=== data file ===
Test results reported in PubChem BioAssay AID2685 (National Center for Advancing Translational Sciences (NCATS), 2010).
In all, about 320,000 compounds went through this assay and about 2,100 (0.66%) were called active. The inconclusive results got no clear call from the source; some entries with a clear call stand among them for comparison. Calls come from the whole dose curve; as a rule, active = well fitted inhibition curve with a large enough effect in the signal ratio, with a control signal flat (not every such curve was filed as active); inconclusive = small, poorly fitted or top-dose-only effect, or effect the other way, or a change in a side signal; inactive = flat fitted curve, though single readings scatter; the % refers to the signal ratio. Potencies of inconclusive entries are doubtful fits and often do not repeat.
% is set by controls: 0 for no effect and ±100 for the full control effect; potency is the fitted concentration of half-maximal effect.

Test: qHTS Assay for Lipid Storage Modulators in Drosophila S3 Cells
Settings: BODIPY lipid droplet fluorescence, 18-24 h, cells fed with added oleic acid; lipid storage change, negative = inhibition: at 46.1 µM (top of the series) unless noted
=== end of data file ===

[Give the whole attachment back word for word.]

Test results reported in PubChem BioAssay AID2685 (National Center for Advancing Translational Sciences (NCATS), 2010).
In all, about 320,000 compounds went through this assay and about 2,100 (0.66%) were called active. The inconclusive results got no clear call from the source; some entries with a clear call stand among them for comparison. Calls come from the whole dose curve; as a rule, active = well fitted inhibition curve with a large enough effect in the signal ratio, with a control signal flat (not every such curve was filed as active); inconclusive = small, poorly fitted or top-dose-only effect, or effect the other way, or a change in a side signal; inactive = flat fitted curve, though single readings scatter; the % refers to the signal ratio. Potencies of inconclusive entries are doubtful fits and often do not repeat.
% is set by controls: 0 for no effect and ±100 for the full control effect; potency is the fitted concentration of half-maximal effect.

Test: qHTS Assay for Lipid Storage Modulators in Drosophila S3 Cells
Settings: BODIPY lipid droplet fluorescence, 18-24 h, cells fed with added oleic acid; lipid storage change, negative = inhibition: at 46.1 µM (top of the series) unless noted